Internationally renowned guitarist and vocalist Tomás Doncker has worked with such greats as Bootsy Collins and Ivan Neville. His newest release, Moanin' at Midnight: The Howlin Wolf Project (True Groove, 2014), a tribute to blues legend Chester Burnett, otherwise known as Howlin' Wolf, has all the raw energy that a blues record like this needs. The intensity and swagger with which he and his band approach the music really do justice to the spirit of the man they're celebrating, which is no easy feat when the man in question was as imposing as Howlin' Wolf.
In terms of arrangements, Doncker and his band wisely don't attempt to reinvent the wheel; they recognize that the essence of the music is the feel and they tap into it expertly. That being said, the group's sound is much more modern and rock influenced that Howlin Wolf's, particularly Doncker's Hendrix influenced guitar tone and playing. Their collective sound is heavily affected by psychedelic rock and funk ala Parliament Funkadelic . The first track, Dixon's classic "Evil," kicks things off with a lot of energy and a driving guitar riff that puts a unique spin on the well known blues standard. The next couple tracks slow down and get into the gritty, backbeat-driven feel that make this album so enjoyable to listen to. With Doncker's soulful vocals and David Barnes' wailing harmonica playing, "Killing Floor" and "Back Door Man" really capture the energy of these Howlin Wolf classics.
Other Highlights of this record include the up-tempo, gospel inflected "I Ain't Superstitious," a really fun take on Howlin Wolf's version, which is significantly slower. The groove is infectious and the phenomenal harmonica solo that closes that track make this one stand out. Speaking of harmonica playing, "Blind Melon Morpheus," an unaccompanied harmonica solo that sets up "Shook Down" is another great moment on the record. Perhaps my favorite cut is the band's funky version of "Moanin' at Midnight."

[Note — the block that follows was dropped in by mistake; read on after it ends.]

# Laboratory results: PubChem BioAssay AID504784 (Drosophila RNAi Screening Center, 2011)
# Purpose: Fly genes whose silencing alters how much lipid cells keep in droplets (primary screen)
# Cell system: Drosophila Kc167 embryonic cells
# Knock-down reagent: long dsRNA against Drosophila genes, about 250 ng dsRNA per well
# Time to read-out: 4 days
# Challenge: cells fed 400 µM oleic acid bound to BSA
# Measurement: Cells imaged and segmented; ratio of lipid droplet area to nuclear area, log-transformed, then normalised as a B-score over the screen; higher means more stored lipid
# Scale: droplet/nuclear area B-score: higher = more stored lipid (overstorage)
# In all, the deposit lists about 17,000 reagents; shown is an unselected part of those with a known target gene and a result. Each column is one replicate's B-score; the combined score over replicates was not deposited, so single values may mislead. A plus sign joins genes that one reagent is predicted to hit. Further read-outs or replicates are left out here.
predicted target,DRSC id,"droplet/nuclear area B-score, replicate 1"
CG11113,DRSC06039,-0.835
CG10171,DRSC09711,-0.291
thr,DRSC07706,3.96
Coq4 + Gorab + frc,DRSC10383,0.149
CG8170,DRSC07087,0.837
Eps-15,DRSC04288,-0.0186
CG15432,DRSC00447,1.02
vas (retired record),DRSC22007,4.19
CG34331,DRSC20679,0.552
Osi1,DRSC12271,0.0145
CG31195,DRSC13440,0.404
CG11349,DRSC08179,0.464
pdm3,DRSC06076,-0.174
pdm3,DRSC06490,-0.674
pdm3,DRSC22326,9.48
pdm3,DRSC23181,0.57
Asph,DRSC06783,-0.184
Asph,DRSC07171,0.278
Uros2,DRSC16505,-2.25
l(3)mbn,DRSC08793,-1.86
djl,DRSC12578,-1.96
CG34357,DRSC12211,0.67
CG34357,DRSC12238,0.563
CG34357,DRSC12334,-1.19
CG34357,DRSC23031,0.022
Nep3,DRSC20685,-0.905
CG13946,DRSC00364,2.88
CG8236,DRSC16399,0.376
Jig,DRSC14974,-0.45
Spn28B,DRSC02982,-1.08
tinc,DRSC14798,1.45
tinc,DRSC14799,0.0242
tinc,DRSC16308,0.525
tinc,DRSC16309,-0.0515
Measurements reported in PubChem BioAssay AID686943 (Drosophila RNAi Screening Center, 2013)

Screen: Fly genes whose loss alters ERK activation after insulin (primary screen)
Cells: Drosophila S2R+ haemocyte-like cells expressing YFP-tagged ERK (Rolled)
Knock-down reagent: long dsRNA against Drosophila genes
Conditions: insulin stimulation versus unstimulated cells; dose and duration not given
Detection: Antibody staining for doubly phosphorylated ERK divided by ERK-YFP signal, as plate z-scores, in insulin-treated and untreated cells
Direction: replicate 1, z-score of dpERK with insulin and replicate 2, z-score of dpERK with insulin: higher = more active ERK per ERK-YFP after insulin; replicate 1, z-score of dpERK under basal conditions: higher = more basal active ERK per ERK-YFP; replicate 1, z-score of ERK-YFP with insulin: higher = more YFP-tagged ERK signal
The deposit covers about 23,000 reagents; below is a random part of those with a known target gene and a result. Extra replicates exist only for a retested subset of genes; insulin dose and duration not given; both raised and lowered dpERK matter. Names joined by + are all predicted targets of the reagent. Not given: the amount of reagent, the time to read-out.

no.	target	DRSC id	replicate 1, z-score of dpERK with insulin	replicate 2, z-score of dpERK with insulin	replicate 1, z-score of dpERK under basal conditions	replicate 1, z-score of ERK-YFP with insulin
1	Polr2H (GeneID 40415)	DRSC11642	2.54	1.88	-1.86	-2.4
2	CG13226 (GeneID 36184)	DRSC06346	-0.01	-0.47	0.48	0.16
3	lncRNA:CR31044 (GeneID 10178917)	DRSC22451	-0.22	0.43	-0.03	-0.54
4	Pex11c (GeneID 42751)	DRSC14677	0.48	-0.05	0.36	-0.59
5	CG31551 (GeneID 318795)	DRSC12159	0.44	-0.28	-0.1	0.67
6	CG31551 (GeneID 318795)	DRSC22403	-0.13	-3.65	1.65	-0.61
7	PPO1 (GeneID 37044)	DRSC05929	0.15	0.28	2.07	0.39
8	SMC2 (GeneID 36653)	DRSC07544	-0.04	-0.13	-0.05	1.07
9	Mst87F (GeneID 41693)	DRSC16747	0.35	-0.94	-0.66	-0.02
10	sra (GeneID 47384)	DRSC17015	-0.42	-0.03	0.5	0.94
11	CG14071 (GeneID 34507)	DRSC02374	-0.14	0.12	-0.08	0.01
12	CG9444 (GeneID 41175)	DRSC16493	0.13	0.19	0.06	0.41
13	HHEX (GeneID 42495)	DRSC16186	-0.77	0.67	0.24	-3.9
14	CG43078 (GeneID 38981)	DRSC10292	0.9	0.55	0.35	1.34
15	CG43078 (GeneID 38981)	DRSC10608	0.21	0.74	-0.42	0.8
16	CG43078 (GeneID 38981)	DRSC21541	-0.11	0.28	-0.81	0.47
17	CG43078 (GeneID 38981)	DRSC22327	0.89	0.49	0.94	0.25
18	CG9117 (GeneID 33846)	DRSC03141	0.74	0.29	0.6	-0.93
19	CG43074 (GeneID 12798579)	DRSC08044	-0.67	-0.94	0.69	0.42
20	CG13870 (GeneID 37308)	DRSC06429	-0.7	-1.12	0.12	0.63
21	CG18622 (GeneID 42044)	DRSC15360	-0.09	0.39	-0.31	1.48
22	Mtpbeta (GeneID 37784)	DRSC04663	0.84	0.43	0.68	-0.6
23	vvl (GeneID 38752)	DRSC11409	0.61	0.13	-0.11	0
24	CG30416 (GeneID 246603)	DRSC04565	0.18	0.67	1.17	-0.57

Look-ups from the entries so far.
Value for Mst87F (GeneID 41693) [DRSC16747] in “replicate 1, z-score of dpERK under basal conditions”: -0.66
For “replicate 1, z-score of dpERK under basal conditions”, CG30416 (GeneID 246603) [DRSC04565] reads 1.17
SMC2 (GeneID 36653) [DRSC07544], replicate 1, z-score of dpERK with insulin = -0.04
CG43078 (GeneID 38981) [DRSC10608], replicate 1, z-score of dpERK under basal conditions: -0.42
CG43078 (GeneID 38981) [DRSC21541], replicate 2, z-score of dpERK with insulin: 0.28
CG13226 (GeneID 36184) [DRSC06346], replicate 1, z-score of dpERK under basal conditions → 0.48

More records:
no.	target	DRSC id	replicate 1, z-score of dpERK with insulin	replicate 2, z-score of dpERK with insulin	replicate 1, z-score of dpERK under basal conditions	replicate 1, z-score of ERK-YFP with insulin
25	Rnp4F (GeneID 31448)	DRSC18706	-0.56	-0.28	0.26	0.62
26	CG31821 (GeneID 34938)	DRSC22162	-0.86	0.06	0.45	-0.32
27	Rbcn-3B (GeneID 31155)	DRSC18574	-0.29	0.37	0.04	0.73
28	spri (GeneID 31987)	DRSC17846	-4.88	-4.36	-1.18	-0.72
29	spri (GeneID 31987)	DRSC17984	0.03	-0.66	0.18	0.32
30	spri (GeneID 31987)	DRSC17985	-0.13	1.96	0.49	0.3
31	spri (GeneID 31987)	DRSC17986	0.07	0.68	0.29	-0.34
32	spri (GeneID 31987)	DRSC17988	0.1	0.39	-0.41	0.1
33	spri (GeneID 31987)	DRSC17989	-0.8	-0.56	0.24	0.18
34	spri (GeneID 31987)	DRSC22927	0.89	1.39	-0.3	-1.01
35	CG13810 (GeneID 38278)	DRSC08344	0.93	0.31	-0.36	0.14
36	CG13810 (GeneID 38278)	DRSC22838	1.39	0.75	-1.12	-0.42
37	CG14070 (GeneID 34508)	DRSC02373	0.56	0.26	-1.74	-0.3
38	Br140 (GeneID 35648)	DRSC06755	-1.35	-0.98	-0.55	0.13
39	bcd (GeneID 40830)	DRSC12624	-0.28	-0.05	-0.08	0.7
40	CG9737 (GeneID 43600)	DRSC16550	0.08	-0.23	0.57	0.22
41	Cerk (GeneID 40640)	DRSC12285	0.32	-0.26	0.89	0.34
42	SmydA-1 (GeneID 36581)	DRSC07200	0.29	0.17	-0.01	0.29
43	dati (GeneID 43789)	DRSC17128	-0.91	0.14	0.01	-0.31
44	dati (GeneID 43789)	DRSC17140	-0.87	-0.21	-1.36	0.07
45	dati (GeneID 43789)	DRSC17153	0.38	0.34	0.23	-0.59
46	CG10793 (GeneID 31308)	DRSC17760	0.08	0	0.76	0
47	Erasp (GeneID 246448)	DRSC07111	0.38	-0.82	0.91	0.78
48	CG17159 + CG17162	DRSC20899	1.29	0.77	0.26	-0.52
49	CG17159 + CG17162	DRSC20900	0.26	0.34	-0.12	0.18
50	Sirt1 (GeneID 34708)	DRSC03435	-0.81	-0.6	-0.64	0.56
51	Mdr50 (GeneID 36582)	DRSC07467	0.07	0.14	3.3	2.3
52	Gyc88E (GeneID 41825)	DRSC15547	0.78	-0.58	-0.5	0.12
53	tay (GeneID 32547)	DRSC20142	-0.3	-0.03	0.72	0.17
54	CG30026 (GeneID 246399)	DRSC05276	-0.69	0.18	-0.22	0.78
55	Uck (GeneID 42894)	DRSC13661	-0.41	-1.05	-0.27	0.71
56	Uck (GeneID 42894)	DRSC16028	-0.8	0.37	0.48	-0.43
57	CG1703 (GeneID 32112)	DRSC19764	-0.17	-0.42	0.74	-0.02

Tomás Doncker and his band's original takes on these well known blues classics stay true to the spirit of the music while they don't compromise their own group sound. Moanin' at Midnight is sure to please any fan of funky blues rock music.
Track Listing: Evil; Killing Floor; Back Door Man; Moanin' At Midnight; Spoonful; Blind
Melon Morpheus; Shookdown; I Ain't Superstitious; Smokestack Lightning;
Moanin' At Midnight (Ras Jah Ames Dub Mix)
Personnel: Tomás Doncker: Lead Vocals,Guitars; David Barnes: Harmonica,vocals; Nick
Rolfe: Keyboards,Vocals; Josh David: Bass,vocals; James Dellatacoma:
Guitar; Mike Faulkner: Drums; Damon Duewhite: Drums; Mark Henry: Sax
I love jazz because it swings.
I was first exposed to jazz in Houston.
I met Joe LoCascio and Bob Henschen.
The best show I ever attended was Pat Martino.
The first jazz record I bought was Time Out by the Dave Brubeck Quartet.
My advice to new listeners is to relax on 2 and 4 beats.